Telomerase, the enzyme that stabilizes telomere length, is reactivated with almost all cancer types, and it may be necessary for unlimited cell proliferation. Assessment of malignancy in ordinary meningiomas is inconclusive because no clear-cut correlation exists between aggressive clinical behavior and histological features or karyotypic abnormalities. We analyzed telomerase activity in 52 cases of meningioma by using the highly sensitive telomeric repeat amplification protocol and then compared clinical behavior in telomerase-positive and -negative ordinary meningiomas. Twenty- six of the 52 tumors (50%) had detectable telomerase activity. Twenty-one of the 22 neoplasms classified as malignant or atypical (95%) had detectable telomerase activity, and these tumors generally had a poor outcome. Interestingly, 5 of 30 ordinary (morphologically benign) meningiomas (17%) also showed detectable telomerase activity. Of the 5 patients with telomerase-positive ordinary meningiomas, 3 had rapid regrowth of the tumor despite gross total resection. The remaining 2 patients also had other primary malignancies. We observed a highly significant correlation in ordinary meningiomas between the presence of telomerase activity and a poor prognosis for the patient (P = .0002). Telomerase activity in benign meningiomas is clinically relevant because the presence of the enzyme suggests that these benign-appearing tumors may contain a population of immortal cells. The detection of telomerase activity may help to identify benign meningiomas that would be more likely to continue to grow and to recur clinically if surgical resection were incomplete.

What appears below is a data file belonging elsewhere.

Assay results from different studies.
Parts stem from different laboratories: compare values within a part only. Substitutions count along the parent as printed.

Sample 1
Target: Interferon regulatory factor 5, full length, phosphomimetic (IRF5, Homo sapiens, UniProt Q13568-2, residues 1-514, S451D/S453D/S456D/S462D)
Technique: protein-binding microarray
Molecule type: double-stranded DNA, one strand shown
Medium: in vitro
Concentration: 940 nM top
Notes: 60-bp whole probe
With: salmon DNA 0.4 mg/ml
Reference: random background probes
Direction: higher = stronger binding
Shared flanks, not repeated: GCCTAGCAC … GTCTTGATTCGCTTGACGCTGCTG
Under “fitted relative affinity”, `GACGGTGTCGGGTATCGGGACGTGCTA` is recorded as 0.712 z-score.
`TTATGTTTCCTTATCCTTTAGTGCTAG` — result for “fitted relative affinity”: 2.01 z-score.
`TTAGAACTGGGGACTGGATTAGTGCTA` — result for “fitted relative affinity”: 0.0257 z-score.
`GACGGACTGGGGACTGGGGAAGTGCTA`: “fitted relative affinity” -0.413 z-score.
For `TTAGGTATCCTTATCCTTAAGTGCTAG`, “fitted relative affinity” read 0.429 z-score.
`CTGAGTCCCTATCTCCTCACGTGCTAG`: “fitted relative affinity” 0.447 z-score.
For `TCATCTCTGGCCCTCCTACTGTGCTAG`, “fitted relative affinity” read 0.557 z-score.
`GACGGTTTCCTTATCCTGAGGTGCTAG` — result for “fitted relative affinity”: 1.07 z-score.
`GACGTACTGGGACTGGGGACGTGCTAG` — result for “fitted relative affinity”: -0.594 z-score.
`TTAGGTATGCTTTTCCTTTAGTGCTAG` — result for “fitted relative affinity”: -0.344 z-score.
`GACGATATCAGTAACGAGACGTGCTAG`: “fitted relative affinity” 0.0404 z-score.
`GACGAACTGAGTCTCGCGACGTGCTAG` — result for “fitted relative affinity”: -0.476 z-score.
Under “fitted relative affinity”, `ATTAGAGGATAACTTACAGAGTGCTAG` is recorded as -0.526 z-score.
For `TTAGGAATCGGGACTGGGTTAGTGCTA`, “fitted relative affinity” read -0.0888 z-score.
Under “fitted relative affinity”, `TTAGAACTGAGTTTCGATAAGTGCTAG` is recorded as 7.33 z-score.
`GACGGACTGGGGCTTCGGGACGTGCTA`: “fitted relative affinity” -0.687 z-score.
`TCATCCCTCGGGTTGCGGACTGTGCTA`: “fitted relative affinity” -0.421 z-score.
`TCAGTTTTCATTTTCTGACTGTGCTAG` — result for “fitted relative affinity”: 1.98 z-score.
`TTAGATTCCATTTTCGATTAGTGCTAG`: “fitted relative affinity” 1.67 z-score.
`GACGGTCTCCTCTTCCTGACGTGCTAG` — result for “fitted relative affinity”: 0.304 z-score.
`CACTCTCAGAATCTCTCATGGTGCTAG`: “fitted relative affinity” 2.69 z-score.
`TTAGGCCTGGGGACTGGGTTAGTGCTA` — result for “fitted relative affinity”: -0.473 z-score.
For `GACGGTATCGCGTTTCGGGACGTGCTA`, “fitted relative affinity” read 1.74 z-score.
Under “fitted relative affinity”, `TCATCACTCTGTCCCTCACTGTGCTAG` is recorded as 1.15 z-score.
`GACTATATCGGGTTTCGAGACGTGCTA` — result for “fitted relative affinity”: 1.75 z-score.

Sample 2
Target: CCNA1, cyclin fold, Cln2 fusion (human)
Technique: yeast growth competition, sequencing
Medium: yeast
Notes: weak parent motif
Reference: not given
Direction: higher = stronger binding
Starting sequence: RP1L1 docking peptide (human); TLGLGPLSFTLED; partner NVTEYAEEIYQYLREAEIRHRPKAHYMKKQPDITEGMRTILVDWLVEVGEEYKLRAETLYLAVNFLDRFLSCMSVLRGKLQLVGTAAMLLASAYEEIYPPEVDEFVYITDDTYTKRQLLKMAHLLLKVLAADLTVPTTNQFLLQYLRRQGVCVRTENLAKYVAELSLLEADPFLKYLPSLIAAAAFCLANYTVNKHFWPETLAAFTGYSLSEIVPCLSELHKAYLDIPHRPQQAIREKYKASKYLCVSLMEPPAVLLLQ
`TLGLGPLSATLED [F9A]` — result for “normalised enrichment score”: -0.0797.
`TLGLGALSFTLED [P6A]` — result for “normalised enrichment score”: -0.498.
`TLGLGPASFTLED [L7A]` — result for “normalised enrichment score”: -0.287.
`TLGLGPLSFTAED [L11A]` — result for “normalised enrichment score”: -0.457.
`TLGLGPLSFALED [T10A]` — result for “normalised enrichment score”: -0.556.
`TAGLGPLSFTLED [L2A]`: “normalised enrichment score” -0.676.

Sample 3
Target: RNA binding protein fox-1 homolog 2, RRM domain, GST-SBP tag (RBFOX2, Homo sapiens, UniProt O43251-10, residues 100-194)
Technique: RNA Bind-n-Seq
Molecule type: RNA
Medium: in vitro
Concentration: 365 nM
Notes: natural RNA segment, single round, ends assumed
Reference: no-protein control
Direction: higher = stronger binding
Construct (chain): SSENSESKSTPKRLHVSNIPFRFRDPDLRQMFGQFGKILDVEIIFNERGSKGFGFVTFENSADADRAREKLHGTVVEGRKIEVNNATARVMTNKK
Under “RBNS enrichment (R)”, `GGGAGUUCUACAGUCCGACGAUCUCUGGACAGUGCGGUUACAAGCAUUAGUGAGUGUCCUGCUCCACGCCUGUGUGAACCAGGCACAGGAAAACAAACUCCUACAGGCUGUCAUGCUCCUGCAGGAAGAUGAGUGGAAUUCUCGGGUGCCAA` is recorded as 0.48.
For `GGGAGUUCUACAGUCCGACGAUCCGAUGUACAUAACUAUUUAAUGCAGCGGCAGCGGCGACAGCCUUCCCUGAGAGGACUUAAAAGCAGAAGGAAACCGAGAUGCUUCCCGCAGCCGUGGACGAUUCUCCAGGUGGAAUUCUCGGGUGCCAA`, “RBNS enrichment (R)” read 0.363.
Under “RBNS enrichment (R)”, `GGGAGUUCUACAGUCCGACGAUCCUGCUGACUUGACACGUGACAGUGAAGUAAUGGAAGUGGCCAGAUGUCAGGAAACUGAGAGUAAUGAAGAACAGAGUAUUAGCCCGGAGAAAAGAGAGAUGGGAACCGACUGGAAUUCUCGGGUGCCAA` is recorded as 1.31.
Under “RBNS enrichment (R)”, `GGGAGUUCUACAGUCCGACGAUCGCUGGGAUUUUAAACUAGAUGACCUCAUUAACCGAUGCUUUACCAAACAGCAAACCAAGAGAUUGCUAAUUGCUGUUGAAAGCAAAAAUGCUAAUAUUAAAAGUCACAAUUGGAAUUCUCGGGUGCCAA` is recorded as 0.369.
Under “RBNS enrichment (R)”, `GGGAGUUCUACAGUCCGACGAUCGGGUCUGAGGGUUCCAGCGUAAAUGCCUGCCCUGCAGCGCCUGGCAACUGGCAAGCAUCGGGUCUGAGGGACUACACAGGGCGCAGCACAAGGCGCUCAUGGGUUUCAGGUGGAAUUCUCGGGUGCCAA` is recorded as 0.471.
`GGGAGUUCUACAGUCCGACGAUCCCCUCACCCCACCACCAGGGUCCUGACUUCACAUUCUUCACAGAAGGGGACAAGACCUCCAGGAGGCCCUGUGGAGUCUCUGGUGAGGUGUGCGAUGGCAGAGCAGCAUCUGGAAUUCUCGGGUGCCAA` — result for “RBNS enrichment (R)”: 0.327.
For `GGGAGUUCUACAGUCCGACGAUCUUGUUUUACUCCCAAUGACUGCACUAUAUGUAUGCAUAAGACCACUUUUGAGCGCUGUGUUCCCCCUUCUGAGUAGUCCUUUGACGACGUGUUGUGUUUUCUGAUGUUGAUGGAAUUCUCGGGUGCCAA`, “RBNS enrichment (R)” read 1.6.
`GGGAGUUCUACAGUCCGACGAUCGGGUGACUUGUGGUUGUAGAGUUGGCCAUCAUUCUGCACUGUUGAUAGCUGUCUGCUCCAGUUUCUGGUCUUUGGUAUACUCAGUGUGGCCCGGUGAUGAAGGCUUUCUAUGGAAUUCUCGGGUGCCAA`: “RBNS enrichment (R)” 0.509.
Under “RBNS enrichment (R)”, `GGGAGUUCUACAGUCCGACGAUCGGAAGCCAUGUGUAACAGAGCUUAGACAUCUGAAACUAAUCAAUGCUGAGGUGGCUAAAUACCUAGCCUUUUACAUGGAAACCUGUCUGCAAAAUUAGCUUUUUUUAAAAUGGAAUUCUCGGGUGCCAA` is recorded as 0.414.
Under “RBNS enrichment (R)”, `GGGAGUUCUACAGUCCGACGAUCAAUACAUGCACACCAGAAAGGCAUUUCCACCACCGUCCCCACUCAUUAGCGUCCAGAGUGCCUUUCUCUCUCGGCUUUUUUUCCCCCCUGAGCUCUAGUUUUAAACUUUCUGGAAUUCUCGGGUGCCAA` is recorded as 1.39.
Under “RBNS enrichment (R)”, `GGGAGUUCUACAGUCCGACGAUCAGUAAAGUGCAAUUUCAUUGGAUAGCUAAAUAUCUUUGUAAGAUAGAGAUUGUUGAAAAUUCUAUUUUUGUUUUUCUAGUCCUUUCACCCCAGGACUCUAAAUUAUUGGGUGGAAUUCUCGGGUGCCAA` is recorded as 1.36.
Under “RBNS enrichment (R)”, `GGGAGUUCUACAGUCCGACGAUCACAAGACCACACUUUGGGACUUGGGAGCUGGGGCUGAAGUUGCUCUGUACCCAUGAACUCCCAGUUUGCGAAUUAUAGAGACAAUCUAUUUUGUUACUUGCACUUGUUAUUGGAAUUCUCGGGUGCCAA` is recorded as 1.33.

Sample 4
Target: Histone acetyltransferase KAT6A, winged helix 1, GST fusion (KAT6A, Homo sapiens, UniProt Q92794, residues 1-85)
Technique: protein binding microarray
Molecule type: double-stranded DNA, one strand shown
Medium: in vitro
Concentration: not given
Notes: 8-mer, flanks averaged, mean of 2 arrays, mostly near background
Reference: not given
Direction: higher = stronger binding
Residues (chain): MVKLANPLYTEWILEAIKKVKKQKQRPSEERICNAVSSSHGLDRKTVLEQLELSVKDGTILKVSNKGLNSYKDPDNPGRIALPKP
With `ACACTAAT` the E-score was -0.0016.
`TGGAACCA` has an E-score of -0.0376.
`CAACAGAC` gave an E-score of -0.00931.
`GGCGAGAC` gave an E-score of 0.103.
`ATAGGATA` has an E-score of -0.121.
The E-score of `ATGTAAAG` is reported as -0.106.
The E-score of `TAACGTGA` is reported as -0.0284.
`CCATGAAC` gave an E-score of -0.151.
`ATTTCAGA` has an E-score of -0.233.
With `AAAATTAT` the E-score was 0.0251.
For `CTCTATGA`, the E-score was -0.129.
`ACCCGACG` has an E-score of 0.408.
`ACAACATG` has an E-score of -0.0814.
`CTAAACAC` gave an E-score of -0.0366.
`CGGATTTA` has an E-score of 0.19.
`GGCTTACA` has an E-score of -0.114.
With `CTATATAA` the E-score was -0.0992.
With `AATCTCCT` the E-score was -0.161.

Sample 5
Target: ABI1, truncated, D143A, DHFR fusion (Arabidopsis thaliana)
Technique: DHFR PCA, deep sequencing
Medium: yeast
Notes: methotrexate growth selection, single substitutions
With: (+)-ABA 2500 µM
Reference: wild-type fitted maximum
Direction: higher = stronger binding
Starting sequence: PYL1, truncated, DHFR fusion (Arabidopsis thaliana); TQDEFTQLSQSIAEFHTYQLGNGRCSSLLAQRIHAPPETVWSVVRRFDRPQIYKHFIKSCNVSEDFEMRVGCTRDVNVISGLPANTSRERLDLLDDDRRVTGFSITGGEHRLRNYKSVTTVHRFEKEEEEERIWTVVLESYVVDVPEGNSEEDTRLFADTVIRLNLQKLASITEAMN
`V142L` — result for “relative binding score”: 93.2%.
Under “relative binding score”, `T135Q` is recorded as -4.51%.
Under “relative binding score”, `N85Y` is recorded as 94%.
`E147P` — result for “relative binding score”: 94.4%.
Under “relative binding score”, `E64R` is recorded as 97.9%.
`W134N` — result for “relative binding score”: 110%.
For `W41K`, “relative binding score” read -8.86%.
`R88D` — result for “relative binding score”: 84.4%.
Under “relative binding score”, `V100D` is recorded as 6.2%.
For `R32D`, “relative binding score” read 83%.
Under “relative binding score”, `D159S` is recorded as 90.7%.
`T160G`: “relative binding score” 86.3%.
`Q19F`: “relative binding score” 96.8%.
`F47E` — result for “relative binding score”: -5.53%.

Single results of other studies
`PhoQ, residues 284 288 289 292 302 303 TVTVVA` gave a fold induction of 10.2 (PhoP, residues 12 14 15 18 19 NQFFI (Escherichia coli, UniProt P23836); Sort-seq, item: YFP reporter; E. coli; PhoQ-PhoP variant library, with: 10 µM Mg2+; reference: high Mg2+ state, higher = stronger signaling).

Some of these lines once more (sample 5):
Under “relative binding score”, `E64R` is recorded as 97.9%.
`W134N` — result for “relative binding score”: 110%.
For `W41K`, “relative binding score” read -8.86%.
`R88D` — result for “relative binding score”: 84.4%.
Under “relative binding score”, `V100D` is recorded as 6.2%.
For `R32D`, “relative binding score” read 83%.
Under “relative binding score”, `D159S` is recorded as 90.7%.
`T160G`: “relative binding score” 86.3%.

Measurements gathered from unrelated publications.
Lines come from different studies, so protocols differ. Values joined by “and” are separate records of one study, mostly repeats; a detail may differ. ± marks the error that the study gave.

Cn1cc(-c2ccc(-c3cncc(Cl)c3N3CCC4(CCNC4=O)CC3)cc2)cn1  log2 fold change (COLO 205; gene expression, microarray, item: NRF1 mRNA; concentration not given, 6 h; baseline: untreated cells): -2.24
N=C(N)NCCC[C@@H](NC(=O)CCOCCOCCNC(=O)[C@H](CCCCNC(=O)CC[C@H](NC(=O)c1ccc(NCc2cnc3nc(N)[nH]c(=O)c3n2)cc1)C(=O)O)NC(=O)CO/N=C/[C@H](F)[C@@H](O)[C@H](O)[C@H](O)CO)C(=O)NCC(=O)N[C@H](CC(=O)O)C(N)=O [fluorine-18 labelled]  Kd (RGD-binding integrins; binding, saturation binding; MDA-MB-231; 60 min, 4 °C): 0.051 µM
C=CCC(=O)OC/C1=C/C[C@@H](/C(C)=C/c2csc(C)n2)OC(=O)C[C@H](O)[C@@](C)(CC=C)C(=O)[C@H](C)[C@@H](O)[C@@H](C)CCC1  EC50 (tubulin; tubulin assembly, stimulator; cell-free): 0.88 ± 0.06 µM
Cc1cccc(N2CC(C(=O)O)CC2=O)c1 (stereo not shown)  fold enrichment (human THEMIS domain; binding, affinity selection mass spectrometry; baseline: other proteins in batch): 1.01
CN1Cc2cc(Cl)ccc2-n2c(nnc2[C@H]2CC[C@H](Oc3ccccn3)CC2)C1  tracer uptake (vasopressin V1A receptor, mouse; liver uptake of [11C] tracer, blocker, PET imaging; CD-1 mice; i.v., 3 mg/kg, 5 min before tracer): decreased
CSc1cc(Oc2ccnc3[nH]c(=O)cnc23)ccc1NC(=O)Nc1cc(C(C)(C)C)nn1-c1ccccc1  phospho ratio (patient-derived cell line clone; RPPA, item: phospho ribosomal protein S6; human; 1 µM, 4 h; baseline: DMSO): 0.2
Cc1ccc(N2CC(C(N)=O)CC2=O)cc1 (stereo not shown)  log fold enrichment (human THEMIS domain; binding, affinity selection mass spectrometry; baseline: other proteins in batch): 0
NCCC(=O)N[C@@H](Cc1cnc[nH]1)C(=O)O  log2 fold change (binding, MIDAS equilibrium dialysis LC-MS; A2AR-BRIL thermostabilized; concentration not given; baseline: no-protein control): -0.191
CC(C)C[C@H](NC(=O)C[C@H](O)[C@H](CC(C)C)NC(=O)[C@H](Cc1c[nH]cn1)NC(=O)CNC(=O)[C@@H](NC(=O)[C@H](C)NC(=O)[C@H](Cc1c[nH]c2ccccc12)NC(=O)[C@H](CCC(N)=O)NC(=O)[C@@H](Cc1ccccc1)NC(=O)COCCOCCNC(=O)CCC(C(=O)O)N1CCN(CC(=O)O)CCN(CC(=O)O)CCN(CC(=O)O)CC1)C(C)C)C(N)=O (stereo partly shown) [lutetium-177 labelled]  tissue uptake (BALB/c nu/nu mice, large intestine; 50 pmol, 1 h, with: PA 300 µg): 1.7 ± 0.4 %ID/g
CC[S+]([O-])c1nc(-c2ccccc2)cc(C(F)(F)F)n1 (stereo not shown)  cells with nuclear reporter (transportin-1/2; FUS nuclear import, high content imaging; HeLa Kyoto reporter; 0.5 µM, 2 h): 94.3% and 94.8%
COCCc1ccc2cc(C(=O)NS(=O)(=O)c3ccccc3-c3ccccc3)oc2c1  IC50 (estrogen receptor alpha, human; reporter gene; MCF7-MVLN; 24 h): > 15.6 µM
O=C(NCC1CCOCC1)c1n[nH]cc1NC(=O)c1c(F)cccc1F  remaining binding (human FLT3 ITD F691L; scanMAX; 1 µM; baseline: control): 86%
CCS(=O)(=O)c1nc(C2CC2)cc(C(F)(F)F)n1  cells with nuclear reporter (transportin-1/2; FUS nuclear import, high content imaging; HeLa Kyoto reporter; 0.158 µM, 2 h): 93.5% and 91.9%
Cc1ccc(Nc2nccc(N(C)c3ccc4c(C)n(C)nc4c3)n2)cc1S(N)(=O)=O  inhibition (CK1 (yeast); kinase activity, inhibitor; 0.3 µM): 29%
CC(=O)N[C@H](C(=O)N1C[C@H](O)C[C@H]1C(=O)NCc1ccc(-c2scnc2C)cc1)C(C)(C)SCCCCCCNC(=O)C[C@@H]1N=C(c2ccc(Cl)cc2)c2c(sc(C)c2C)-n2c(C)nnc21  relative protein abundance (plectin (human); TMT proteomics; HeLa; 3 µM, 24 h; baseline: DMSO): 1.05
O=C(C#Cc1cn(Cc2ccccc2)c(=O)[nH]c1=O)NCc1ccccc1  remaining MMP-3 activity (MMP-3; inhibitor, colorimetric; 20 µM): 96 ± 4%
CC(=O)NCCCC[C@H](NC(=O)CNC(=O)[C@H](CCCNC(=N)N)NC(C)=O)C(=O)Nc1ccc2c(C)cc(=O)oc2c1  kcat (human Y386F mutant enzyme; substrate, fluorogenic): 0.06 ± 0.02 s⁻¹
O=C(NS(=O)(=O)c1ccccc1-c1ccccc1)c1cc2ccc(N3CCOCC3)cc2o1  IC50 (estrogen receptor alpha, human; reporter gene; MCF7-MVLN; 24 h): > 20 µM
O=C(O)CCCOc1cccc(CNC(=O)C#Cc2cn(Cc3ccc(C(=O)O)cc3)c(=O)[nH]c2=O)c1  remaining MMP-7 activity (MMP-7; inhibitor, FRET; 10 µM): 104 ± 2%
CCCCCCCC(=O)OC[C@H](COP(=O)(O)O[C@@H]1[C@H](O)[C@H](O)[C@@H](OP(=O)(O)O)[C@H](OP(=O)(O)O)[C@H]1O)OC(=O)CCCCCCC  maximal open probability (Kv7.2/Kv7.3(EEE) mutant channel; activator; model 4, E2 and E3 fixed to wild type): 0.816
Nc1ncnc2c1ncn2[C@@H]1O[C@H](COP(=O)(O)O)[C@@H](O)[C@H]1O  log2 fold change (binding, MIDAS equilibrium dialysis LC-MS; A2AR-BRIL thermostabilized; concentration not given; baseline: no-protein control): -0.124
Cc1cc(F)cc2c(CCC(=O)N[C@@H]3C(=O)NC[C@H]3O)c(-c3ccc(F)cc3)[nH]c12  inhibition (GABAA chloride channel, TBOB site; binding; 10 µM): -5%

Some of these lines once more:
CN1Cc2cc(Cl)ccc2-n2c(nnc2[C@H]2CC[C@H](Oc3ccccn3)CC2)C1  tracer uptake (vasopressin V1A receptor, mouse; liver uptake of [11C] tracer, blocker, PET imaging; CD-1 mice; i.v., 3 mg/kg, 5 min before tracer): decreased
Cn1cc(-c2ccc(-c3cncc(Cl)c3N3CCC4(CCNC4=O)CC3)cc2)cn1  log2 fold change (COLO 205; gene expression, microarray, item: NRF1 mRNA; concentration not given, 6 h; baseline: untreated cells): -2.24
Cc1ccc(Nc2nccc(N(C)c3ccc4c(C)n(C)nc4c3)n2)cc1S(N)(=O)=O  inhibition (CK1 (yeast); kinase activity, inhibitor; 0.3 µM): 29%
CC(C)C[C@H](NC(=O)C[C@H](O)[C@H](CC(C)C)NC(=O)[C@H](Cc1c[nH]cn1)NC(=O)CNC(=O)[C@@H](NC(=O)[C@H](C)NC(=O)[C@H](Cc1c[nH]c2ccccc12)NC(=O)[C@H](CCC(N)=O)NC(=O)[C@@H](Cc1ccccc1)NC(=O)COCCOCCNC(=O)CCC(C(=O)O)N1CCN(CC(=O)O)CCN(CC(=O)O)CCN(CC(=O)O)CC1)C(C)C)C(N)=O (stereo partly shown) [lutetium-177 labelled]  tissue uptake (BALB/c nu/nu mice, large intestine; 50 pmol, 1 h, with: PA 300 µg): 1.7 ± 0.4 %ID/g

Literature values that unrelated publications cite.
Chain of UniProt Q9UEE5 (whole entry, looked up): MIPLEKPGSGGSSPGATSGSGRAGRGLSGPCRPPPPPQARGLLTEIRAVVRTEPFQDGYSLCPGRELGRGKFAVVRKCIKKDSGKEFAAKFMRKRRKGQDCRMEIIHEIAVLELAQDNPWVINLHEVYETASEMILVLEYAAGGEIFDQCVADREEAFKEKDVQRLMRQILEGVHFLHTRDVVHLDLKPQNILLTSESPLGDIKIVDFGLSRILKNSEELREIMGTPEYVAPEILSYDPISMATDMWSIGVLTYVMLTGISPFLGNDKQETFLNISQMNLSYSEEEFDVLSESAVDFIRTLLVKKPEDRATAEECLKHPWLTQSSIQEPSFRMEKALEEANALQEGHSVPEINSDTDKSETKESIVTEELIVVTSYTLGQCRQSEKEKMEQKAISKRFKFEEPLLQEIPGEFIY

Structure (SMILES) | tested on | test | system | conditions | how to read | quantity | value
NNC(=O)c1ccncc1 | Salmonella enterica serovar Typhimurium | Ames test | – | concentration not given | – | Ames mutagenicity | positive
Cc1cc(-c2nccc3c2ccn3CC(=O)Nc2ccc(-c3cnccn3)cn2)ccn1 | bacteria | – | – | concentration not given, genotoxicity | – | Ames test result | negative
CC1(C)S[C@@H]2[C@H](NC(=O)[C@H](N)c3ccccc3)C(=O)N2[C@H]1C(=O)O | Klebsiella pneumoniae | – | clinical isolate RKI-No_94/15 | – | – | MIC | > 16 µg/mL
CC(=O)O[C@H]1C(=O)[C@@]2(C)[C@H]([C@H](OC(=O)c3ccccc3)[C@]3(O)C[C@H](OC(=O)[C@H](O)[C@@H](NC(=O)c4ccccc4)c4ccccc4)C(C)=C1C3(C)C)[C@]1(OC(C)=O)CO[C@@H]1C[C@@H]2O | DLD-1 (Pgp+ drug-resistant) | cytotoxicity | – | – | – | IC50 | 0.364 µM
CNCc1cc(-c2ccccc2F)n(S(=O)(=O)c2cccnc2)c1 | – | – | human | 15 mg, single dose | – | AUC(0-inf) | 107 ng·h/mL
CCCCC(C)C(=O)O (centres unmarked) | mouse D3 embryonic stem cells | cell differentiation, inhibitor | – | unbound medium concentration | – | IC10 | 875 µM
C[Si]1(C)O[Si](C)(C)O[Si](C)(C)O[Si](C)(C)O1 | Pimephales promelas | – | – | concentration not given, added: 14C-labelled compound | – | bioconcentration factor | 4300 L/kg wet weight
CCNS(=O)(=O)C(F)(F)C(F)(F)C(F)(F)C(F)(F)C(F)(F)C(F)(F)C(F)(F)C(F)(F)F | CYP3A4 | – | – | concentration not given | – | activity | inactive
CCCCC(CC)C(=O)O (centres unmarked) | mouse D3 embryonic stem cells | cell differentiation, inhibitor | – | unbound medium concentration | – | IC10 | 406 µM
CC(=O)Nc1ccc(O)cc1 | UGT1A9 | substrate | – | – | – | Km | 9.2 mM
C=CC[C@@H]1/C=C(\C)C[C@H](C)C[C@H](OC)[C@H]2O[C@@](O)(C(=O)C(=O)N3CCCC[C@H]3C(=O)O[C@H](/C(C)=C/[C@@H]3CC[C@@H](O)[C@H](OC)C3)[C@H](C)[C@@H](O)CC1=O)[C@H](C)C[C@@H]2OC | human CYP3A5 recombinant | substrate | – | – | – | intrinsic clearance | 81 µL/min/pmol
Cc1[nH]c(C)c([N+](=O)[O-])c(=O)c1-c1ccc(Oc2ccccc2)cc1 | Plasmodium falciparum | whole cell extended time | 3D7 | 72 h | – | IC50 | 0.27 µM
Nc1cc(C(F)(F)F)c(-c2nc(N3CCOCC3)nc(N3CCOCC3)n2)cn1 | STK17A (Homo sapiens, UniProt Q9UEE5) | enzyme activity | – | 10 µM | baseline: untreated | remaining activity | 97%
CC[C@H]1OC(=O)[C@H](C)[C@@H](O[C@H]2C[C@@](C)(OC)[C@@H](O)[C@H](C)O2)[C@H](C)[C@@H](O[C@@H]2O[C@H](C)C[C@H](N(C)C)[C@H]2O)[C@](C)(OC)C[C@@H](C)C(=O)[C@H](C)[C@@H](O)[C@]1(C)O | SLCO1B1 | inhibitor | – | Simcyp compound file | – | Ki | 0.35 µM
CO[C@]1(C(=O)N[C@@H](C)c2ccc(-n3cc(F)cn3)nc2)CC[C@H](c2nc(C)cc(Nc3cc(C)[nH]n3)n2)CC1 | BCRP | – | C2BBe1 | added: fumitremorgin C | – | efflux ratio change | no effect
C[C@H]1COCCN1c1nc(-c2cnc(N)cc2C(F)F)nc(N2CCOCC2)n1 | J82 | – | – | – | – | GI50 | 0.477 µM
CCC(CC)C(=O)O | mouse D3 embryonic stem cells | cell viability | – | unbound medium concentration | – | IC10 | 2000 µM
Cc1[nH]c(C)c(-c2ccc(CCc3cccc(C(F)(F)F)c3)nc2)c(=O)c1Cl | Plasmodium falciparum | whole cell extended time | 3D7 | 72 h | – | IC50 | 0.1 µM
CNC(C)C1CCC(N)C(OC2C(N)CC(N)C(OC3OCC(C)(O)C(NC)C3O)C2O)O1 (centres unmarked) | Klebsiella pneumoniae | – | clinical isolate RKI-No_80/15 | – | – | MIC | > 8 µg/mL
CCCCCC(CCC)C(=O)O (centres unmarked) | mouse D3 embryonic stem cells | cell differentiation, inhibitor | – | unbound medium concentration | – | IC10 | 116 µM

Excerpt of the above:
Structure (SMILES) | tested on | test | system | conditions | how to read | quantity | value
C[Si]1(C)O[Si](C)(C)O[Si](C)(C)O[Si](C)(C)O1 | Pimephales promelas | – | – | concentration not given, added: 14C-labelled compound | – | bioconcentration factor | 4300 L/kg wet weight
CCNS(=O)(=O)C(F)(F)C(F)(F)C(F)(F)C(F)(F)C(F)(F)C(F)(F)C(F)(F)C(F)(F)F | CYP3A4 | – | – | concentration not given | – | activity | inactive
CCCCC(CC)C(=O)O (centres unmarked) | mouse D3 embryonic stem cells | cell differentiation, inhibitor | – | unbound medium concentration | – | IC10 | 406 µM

ASJC Scopus subject areas
- Pathology and Forensic Medicine